The common misconception is that the government is doing something wrong when it runs a deficit, but what most people don’t understand is that there’s a matching surplus in another part of the economy, says economist Stephanie Kelton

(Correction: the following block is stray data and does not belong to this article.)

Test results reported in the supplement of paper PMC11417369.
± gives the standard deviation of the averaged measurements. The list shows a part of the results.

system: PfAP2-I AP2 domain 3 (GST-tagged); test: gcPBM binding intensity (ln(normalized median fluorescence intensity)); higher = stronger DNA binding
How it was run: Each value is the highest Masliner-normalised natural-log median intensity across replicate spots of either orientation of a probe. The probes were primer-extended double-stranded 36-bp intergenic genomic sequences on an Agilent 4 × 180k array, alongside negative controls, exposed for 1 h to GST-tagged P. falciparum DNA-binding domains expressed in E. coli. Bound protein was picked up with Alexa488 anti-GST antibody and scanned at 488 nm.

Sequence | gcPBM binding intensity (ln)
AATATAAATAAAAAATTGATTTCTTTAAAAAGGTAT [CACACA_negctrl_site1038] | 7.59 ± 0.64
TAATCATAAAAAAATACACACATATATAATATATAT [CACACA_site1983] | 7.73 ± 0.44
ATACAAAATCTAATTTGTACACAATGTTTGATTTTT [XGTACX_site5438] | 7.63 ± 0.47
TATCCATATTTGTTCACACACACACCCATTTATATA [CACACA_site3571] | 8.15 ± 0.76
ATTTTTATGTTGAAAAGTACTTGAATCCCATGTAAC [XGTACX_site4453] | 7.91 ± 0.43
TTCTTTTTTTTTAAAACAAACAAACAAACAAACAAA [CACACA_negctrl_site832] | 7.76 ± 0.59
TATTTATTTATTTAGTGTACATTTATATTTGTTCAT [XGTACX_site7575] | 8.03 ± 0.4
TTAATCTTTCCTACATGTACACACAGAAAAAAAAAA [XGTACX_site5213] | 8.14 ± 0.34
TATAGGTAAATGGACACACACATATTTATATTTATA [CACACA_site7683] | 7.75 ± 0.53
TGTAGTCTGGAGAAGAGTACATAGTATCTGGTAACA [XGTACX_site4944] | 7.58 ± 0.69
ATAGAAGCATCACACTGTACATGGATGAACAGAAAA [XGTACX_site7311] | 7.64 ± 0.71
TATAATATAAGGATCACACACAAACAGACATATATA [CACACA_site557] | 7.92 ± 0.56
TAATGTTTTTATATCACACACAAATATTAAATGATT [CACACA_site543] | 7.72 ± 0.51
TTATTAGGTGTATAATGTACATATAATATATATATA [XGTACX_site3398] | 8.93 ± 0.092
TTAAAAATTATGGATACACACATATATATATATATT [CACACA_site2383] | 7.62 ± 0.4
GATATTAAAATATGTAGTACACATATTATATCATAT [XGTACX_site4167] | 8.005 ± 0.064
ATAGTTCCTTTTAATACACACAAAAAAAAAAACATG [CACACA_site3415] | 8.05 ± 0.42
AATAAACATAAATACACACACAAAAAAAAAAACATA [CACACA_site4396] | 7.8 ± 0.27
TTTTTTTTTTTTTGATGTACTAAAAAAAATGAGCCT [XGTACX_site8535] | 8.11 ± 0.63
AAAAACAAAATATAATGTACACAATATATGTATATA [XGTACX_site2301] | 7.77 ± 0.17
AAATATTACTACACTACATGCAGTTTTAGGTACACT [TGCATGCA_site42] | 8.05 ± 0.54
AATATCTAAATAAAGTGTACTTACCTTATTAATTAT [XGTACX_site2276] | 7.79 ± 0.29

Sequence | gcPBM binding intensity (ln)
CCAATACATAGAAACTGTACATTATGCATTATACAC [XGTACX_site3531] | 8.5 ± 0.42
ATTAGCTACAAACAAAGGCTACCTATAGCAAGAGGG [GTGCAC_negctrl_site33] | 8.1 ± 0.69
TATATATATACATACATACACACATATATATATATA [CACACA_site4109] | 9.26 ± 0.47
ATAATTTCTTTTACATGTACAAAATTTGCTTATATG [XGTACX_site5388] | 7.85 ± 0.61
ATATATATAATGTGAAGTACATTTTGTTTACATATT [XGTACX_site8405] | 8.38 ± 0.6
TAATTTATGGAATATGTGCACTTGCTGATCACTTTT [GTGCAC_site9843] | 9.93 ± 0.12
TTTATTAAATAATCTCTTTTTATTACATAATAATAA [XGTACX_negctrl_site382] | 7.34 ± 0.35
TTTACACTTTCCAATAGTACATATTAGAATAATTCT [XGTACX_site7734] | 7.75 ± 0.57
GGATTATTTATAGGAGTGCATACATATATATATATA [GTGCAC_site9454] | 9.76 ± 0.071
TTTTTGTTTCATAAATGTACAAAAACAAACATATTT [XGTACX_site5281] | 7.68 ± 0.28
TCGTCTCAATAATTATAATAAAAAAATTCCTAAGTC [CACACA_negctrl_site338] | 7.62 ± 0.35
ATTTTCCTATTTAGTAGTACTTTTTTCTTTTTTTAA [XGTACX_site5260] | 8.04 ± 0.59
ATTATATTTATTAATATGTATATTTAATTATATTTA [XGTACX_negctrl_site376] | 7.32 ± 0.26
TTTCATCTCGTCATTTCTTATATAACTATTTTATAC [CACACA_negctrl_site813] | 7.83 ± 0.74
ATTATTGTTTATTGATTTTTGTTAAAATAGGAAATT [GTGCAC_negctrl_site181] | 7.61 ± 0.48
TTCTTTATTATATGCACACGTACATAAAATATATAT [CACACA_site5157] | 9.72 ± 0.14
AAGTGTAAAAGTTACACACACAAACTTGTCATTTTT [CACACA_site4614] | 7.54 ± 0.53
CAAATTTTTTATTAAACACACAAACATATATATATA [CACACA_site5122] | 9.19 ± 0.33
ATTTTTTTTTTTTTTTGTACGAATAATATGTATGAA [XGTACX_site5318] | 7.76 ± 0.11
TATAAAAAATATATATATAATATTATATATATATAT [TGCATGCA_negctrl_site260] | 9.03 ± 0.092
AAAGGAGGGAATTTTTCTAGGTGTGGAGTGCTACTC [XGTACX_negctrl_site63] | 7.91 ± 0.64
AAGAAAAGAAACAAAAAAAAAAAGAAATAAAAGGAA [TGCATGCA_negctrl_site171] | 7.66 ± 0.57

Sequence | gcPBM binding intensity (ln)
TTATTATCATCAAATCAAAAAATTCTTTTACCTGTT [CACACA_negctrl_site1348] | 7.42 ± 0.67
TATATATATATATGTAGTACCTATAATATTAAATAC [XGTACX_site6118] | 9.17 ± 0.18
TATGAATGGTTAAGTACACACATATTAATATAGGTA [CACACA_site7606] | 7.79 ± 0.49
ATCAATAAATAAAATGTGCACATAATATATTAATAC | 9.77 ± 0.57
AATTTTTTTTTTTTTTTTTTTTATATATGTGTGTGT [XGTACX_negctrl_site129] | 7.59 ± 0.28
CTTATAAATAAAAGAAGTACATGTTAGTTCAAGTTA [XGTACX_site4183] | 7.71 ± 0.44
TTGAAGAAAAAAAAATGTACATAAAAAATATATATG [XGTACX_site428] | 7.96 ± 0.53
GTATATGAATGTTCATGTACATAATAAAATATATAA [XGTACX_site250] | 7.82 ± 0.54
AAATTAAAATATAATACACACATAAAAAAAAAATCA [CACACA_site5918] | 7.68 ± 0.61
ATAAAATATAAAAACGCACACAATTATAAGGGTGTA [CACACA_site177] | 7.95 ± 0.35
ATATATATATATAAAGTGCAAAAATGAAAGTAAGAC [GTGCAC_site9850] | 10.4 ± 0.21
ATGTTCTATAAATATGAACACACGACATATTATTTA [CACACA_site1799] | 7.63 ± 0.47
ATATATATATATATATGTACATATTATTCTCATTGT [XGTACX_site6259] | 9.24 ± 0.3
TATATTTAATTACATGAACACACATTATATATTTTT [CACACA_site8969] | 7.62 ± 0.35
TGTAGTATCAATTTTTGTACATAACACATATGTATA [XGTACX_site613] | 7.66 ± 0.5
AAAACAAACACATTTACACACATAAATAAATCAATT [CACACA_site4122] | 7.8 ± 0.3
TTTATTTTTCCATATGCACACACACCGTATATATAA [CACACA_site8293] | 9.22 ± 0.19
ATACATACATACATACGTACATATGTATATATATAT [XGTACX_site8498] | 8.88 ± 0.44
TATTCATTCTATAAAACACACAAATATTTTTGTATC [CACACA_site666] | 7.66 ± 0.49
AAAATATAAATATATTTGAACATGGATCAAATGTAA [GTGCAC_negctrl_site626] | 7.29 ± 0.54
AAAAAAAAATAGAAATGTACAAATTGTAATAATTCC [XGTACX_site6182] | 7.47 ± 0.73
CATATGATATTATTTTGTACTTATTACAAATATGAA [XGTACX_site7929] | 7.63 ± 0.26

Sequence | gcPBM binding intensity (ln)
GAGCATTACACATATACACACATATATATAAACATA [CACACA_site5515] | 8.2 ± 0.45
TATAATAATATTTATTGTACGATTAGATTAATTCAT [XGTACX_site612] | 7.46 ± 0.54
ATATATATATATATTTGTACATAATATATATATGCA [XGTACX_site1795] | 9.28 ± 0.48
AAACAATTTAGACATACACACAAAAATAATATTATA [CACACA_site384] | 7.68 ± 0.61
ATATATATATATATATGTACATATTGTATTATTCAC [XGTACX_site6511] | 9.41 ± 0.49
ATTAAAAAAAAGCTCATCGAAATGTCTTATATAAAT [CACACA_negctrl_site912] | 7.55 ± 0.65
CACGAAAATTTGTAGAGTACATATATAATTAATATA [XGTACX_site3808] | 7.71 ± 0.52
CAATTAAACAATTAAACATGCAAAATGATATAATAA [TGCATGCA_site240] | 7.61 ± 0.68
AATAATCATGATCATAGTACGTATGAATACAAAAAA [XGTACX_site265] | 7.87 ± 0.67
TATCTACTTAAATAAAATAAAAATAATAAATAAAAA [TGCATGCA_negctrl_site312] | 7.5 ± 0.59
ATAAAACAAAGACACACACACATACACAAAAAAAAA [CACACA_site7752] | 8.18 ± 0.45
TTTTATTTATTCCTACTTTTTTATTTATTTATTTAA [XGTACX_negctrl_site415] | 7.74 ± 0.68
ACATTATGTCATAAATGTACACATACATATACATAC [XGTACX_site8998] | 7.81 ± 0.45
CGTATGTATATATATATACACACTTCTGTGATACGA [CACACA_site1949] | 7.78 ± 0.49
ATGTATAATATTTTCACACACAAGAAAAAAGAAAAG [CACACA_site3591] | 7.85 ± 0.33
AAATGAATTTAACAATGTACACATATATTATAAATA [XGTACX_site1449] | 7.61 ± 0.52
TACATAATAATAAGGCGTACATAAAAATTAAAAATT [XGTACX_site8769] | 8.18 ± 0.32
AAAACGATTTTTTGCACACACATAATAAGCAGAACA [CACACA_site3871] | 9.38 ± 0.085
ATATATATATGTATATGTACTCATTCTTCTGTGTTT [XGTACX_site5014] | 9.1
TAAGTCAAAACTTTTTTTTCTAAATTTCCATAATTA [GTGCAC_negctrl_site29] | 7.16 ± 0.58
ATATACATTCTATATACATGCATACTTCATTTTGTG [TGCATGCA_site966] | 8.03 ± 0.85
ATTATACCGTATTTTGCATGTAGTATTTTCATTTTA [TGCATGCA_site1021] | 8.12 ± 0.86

SHARMINI PERIES: It’s The Real News Network. I’m Sharmini Peries, coming to you from Baltimore. During Tuesday night’s tax reform debate on CNN between Senator Bernie Sanders and Ted Cruz, a number of thorny tax issues were raised. We are going to take a closer look at some of those issues and implications. One issue that came up several times during the debate was the federal debt, which is currently at $20 trillion. Here’s what Texas Senator Ted Cruz said about it at one point in the debate. SPEAKER: Senator Cruz, recent projections estimate that the tax framework currently under consideration would add $2.4 trillion to the debt over the next 10 years. What steps will you take to ensure that the tax reform doesn’t add to the debt burden my generation is already facing? TED CRUZ: Well, thank you for that question. It’s a very good question. Listen, when it comes to the deficit and debt, it is immoral, the debt we have. When Barack Obama was elected, the national debt was 10 trillion. Today it’s 20 trillion. One president doubled what 43 presidents had built before. We’ve gotta turn it around. That’s a big part of why I ran for Senate. SHARMINI PERIES: Joining me now is Stephanie Kelton. She’s a former chief economist for the Senate Budget Committee Democratic staff and is currently a professor of public policy and economics at Stony Brook University. She has recently penned an op-ed in the New York Times, titled “How We Think About the Deficit is Mostly Wrong.” Stephanie, welcome. S. KELTON: Thank you. SHARMINI PERIES: So let’s start with the issue of the federal deficit and the federal debt. As we saw in the clip from the debate, Ted Cruz argues that it is immoral. In your article, though, for the New York Times, you say that there is a fundamental mistake with the way politicians generally see the debt. Give us a brief summary as to where the mistake lies. S. KELTON: Well, all right, let’s see if we can do this briefly. I’d say the fundamental problem with the way we think about the deficit, and let’s leave aside the debt for the moment and just focus on the deficit, is that we look at this thing in complete isolation. There’s no context whatsoever. We hear a number, we read it on the pages of the Wall Street Journal, or we hear it reported in the news, and we say, “The government’s deficit is,” and then they tell us a number–$600 billion, okay, something like that. We say, “Oh, my God, that’s terrible,” right. “That must be awful. That must be evidence that the government has done something horribly wrong.” Because we’ve been programmed by people, quite frankly, like Ted Cruz and the Republicans. So both parties are guilty of this. But they have taught the American people over time to loathe the deficit, to fear the deficit. You heard the term “moral.” You heard the reference to the question that was asked, “burdening my generation.” We have indoctrinated hundreds of millions of Americans to believe that the government is doing something wrong when it runs a deficit, that it’s gonna lead to pain down the road, and that the pain is gonna be felt by the next generation. And they’re afraid, and they want the problem solved because they think it is a problem. So what I did in that New York Times piece was to say, “Hang on, let’s take a deep breath and let’s try to put this thing in context. And understand that when the public sector, when the government runs a deficit it’s making a net contribution to the rest of the economy.” We don’t think of the deficit as having a positive impact. We only think of it as a negative thing. But if you actually stop and figure out what the heck is going on when the government runs a deficit, it goes like this: Suppose the government spends 100 into the economy, but it only taxes 90 back out. Okay, we label that a deficit. And yet, we don’t realize that there’s 10 somewhere in the economy now that wouldn’t have been there if the government hadn’t run that deficit. In other words, the government’s deficit becomes a surplus to some other part of the economy. And when we forget that, we get into all kinds of trouble trying to cut spending, to reduce programs in order to deal with this problem, which ends up actually hurting the private sector of the economy. SHARMINI PERIES: And Stephanie, what about the interest that we pay on the debt? How do you explain that? I S. KELTON: So I’d go back to my example, right. When the government runs a deficit, it’s putting more money into the economy than it’s taking out. So in my example, I said suppose they spend 100 into the economy, but they only tax out 90. Now that leaves 10 in the economy for somebody to hold. And what happens is, Congress says whenever we do this thing called deficit spending, we are requiring ourselves to borrow, okay. And so what that means is that the government sells bonds. So now the government holds up this thing called the Treasury bond. And it says, “I’ve gotta sell this bond for 10. Who wants to buy it?” Now someone in the economy is sitting there holding $10 in cash and looking at that bond and saying, “Aha, the bond pays interest. I would rather swap my cash for the interest-bearing bond the government is offering.” So now somebody in the economy is holding a bond. And you’re right to say that the federal government is paying interest on that. Now somebody is getting paid interest income for not really taking any risk at all. So the question then becomes, why does the government do that? Why do they offer to swap their money, part of it, for this interest-bearing thing called a U.S. government bond that they then end up having to pay interest to someone? And the answer is: It’s a relic of the old monetary system we used to have back when we were on a gold standard. We don’t have that kind of a system anymore. Congress could decide doesn’t make sense to do this anymore. All we’re doing is subsidizing the wealthy, who are overwhelmingly those who hold bonds. Congress could stop issuing bonds if it wanted to. It could eliminate the interest income if it so chose. But the bigger question I think is, is it a problem? Is there a risk? Does the fact that the government pays interest on its debt pose some sort of unique challenge? Is it a hazard? And my answer to your question, that question would be, no. SHARMINI PERIES: Now I guess one of the problems and why the Republicans are so successful at selling this to us is because we compare it to our own debt. What we owe the bank, and the interest they’re charging us. And that comparison gets us muddled. And add to that, we see examples like Greece where there’s so much national debt that it cannot pay. That in order to borrow to sustain the Greek economy, they had to borrow at prohibitively high interest rates. So that doesn’t help. Now would the U.S. end up in a situation like Greece? S. KELTON: No. But despite what politicians do, which is to scare the American people and say, “We’ll end up like Greece.” And so people have heard that over and over again now. Why won’t we end up like Greece? What did Greece do that got Greece into so much trouble? It isn’t that Greece borrowed and had high public debt that got Greece into trouble. It’s that Greece stopped borrowing in its own currency. Remember, before Greece joined the Economic and Monetary Union, it’s currency was known as the Drachma. That was the Greek currency, and it was controlled by the Greek government. Well, when Greece decided to join the Economic and Monetary Union, the Euro, it gave up the Drachma and it started spending and borrowing in this Euro currency, which it does not control. So all of a sudden, Greece turns itself basically into the state of Georgia, if you like. And Greece is now promising to pay Euros when it borrows. The problem is, Greece doesn’t create the Euro. And so that’s where Greece’s problems lie. The U.S. is in debt in U.S. dollars. And the cool thing about owing people U.S. dollars when you’re the U.S. government is, you’re the only game in town. Nobody else can create the U.S. dollar. It can only come from the United States government, which is why you can never run out. You can never have bills that you’re unable to pay. You can never be forced into default. You can never be forced to go to credit markets and pay higher and higher rates of interest to get your currency because you’re the issuer of the dollar. It’s completely different thing. SHARMINI PERIES: Right. Yet Puerto Rico can because they can’t print money. S. KELTON: Exactly right. Puerto Rico can’t. Detroit can’t. States and local governments, businesses, households can’t. The federal government is in a very unique position with respect to the currency. It issues it, and the rest of us just use it. SHARMINI PERIES: All right. So another point, economists say we’re at close to full employment and that therefore more borrowing by the government will lead to inflation. What do you say to that? S. KELTON: Well, first, the question: Are we that close to full employment? I know the official numbers suggest that the U.S. economy is at or very close to full employment. But there are plenty of economists, I think you probably had one on your show a little while ago today, who would tell you that the U.S. labor market is not exactly at full employment. In fact, if you look at the number of people who are officially unemployed and you add to that the millions of people who are working part-time because their bosses won’t give them full-time hours. They won’t give them the hours that they want. They want full-time work and they can’t find it. And you add to that the number of people who simply gave up on the job market. They dropped out of the labor force. They became discouraged, and they’re not looking for work. But if the job were available tomorrow, they would take it. You take all of those people, and you’re looking at something like 17 million Americans today who want full-time work and can’t find it. So I think there’s plenty of room in the labor market to allow some additional growth, to have the economy expand. And I think we can do that without creating any inflationary pressure for a bit of additional time. SHARMINI PERIES: All right. And finally, Stephanie, if running a deficit is not a big problem as Senator Cruz makes it out to be, wouldn’t this be an argument in favor of cutting taxes for everyone, including the rich? S. KELTON: Well, I don’t think so. And the reason is this: That the deficit is not a problem is not a permission slip for the Republican Party to go in and push through the kind of tax cuts that we’re looking at. I mean, these are tax cuts that, as you know, go disproportionately to those at the very top. Some 80 percent of all of the benefits will go ultimately to the people in the top one percent. So we can say that you could do what the Republicans want to do, and it will increase the deficit. And that will not lead us to the road to ruin. It will not turn us into Greece. It will not mean catastrophe for future generations in terms of their tax burden and so forth. But does that make it the right policy? Does that make it good policy? And the answer to that question for me anyway is: Absolutely not. Just because the impact on the deficit won’t lead to catastrophe doesn’t mean that what the Republicans are proposing in terms of this tax giveaway to the wealthy isn’t catastrophic in a number of ways. SHARMINI PERIES: All right, Stephanie. I thank you for being so crystal clear with economic issues that are complex to understand. Making you the good teacher, professor you are. I thank you so much. S. KELTON: Thank you. Thanks very much. SHARMINI PERIES: And thank you for joining us here on The Real News Network.